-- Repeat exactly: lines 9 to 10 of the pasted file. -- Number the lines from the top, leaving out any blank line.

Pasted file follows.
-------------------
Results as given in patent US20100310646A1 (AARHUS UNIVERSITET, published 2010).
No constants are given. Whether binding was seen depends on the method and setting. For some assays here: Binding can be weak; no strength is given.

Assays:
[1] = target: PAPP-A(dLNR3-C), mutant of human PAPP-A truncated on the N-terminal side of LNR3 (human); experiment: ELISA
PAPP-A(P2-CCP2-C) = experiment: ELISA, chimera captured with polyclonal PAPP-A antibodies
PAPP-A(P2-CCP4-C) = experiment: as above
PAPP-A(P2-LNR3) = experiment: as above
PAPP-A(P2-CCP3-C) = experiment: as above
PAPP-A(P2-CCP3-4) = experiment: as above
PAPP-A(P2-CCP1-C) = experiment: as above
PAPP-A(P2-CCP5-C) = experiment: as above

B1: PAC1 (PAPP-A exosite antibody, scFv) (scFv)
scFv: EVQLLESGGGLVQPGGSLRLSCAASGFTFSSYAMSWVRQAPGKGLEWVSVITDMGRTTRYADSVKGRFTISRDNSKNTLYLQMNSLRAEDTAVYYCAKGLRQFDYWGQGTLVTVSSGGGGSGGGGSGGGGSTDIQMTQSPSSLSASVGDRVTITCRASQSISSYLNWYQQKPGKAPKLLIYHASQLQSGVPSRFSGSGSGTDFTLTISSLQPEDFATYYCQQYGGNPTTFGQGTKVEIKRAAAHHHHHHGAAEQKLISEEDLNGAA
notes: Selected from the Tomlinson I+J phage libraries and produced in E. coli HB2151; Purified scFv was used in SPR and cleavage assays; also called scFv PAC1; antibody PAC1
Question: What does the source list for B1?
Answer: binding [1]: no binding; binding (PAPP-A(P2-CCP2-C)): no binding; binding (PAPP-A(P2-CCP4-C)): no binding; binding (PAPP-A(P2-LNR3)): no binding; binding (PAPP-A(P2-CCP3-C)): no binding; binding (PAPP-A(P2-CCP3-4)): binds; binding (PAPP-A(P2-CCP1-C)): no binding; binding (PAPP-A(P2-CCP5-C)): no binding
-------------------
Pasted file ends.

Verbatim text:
PAPP-A(P2-CCP3-4) = experiment: as above
PAPP-A(P2-CCP1-C) = experiment: as above